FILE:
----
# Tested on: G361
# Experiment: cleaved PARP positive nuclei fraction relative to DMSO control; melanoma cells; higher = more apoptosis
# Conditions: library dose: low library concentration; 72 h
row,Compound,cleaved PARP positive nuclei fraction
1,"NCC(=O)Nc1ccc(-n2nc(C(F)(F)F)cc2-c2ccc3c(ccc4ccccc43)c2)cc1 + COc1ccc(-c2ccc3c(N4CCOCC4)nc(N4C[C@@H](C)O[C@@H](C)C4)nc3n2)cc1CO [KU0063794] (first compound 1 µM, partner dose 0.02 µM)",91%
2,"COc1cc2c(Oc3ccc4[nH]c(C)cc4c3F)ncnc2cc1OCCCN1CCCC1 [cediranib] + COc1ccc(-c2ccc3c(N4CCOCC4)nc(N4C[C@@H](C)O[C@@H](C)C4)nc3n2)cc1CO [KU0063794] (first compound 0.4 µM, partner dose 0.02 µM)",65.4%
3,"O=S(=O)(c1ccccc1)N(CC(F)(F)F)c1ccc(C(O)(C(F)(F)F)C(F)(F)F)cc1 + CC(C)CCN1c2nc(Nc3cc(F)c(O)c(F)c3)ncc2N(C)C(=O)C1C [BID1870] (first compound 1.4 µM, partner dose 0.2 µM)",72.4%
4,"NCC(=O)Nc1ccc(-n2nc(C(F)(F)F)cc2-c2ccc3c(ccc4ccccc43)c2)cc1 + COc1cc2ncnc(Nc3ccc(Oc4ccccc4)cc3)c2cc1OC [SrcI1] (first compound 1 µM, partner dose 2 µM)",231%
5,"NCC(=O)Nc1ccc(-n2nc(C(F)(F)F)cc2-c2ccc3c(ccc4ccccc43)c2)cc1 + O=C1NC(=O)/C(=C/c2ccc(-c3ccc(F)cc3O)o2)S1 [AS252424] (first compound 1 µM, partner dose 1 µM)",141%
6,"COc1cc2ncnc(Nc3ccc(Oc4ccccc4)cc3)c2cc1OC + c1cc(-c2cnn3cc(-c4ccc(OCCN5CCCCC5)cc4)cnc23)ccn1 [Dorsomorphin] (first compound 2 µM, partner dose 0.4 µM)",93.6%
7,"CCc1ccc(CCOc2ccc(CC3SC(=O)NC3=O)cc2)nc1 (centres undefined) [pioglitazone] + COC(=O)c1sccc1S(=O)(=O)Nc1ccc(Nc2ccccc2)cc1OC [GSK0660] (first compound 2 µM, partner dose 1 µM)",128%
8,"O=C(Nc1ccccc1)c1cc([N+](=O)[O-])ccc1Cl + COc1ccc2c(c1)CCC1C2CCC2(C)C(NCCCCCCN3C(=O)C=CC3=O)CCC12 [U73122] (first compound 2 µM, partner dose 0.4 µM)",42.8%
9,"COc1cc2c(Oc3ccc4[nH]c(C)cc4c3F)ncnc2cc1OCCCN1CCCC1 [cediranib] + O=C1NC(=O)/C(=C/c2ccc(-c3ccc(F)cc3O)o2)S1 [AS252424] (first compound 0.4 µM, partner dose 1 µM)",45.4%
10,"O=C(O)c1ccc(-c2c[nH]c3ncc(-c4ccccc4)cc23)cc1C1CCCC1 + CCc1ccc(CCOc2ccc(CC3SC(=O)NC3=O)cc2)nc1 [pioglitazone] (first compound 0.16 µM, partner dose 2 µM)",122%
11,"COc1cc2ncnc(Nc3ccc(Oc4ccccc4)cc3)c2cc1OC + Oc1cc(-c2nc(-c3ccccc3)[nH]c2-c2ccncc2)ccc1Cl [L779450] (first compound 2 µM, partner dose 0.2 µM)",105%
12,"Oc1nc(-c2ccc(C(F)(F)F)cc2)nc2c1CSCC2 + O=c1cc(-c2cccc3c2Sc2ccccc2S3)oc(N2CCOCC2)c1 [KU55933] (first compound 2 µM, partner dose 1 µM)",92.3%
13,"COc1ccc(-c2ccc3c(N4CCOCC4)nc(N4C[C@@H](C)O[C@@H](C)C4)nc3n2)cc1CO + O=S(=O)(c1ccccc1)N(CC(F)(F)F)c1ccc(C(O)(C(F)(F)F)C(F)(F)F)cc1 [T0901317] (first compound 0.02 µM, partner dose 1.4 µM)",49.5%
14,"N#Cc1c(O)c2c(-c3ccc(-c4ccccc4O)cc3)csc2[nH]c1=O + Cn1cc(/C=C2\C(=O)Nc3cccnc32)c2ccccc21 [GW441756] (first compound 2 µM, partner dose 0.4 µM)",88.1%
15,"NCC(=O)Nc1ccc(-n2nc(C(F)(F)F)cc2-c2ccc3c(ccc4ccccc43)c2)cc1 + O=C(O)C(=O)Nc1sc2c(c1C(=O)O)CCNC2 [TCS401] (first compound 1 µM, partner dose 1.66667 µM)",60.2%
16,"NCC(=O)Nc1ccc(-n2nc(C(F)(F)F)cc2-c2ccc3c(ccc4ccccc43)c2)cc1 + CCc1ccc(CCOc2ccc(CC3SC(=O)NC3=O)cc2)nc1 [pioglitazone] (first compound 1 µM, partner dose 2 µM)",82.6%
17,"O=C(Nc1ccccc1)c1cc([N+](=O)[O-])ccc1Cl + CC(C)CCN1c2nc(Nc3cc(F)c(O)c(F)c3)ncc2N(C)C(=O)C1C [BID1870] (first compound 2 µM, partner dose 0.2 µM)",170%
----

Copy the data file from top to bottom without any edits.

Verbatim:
# Tested on: G361
# Experiment: cleaved PARP positive nuclei fraction relative to DMSO control; melanoma cells; higher = more apoptosis
# Conditions: library dose: low library concentration; 72 h
row,Compound,cleaved PARP positive nuclei fraction
1,"NCC(=O)Nc1ccc(-n2nc(C(F)(F)F)cc2-c2ccc3c(ccc4ccccc43)c2)cc1 + COc1ccc(-c2ccc3c(N4CCOCC4)nc(N4C[C@@H](C)O[C@@H](C)C4)nc3n2)cc1CO [KU0063794] (first compound 1 µM, partner dose 0.02 µM)",91%
2,"COc1cc2c(Oc3ccc4[nH]c(C)cc4c3F)ncnc2cc1OCCCN1CCCC1 [cediranib] + COc1ccc(-c2ccc3c(N4CCOCC4)nc(N4C[C@@H](C)O[C@@H](C)C4)nc3n2)cc1CO [KU0063794] (first compound 0.4 µM, partner dose 0.02 µM)",65.4%
3,"O=S(=O)(c1ccccc1)N(CC(F)(F)F)c1ccc(C(O)(C(F)(F)F)C(F)(F)F)cc1 + CC(C)CCN1c2nc(Nc3cc(F)c(O)c(F)c3)ncc2N(C)C(=O)C1C [BID1870] (first compound 1.4 µM, partner dose 0.2 µM)",72.4%
4,"NCC(=O)Nc1ccc(-n2nc(C(F)(F)F)cc2-c2ccc3c(ccc4ccccc43)c2)cc1 + COc1cc2ncnc(Nc3ccc(Oc4ccccc4)cc3)c2cc1OC [SrcI1] (first compound 1 µM, partner dose 2 µM)",231%
5,"NCC(=O)Nc1ccc(-n2nc(C(F)(F)F)cc2-c2ccc3c(ccc4ccccc43)c2)cc1 + O=C1NC(=O)/C(=C/c2ccc(-c3ccc(F)cc3O)o2)S1 [AS252424] (first compound 1 µM, partner dose 1 µM)",141%
6,"COc1cc2ncnc(Nc3ccc(Oc4ccccc4)cc3)c2cc1OC + c1cc(-c2cnn3cc(-c4ccc(OCCN5CCCCC5)cc4)cnc23)ccn1 [Dorsomorphin] (first compound 2 µM, partner dose 0.4 µM)",93.6%
7,"CCc1ccc(CCOc2ccc(CC3SC(=O)NC3=O)cc2)nc1 (centres undefined) [pioglitazone] + COC(=O)c1sccc1S(=O)(=O)Nc1ccc(Nc2ccccc2)cc1OC [GSK0660] (first compound 2 µM, partner dose 1 µM)",128%
8,"O=C(Nc1ccccc1)c1cc([N+](=O)[O-])ccc1Cl + COc1ccc2c(c1)CCC1C2CCC2(C)C(NCCCCCCN3C(=O)C=CC3=O)CCC12 [U73122] (first compound 2 µM, partner dose 0.4 µM)",42.8%
9,"COc1cc2c(Oc3ccc4[nH]c(C)cc4c3F)ncnc2cc1OCCCN1CCCC1 [cediranib] + O=C1NC(=O)/C(=C/c2ccc(-c3ccc(F)cc3O)o2)S1 [AS252424] (first compound 0.4 µM, partner dose 1 µM)",45.4%
10,"O=C(O)c1ccc(-c2c[nH]c3ncc(-c4ccccc4)cc23)cc1C1CCCC1 + CCc1ccc(CCOc2ccc(CC3SC(=O)NC3=O)cc2)nc1 [pioglitazone] (first compound 0.16 µM, partner dose 2 µM)",122%
11,"COc1cc2ncnc(Nc3ccc(Oc4ccccc4)cc3)c2cc1OC + Oc1cc(-c2nc(-c3ccccc3)[nH]c2-c2ccncc2)ccc1Cl [L779450] (first compound 2 µM, partner dose 0.2 µM)",105%
12,"Oc1nc(-c2ccc(C(F)(F)F)cc2)nc2c1CSCC2 + O=c1cc(-c2cccc3c2Sc2ccccc2S3)oc(N2CCOCC2)c1 [KU55933] (first compound 2 µM, partner dose 1 µM)",92.3%
13,"COc1ccc(-c2ccc3c(N4CCOCC4)nc(N4C[C@@H](C)O[C@@H](C)C4)nc3n2)cc1CO + O=S(=O)(c1ccccc1)N(CC(F)(F)F)c1ccc(C(O)(C(F)(F)F)C(F)(F)F)cc1 [T0901317] (first compound 0.02 µM, partner dose 1.4 µM)",49.5%
14,"N#Cc1c(O)c2c(-c3ccc(-c4ccccc4O)cc3)csc2[nH]c1=O + Cn1cc(/C=C2\C(=O)Nc3cccnc32)c2ccccc21 [GW441756] (first compound 2 µM, partner dose 0.4 µM)",88.1%
15,"NCC(=O)Nc1ccc(-n2nc(C(F)(F)F)cc2-c2ccc3c(ccc4ccccc43)c2)cc1 + O=C(O)C(=O)Nc1sc2c(c1C(=O)O)CCNC2 [TCS401] (first compound 1 µM, partner dose 1.66667 µM)",60.2%
16,"NCC(=O)Nc1ccc(-n2nc(C(F)(F)F)cc2-c2ccc3c(ccc4ccccc43)c2)cc1 + CCc1ccc(CCOc2ccc(CC3SC(=O)NC3=O)cc2)nc1 [pioglitazone] (first compound 1 µM, partner dose 2 µM)",82.6%
17,"O=C(Nc1ccccc1)c1cc([N+](=O)[O-])ccc1Cl + CC(C)CCN1c2nc(Nc3cc(F)c(O)c(F)c3)ncc2N(C)C(=O)C1C [BID1870] (first compound 2 µM, partner dose 0.2 µM)",170%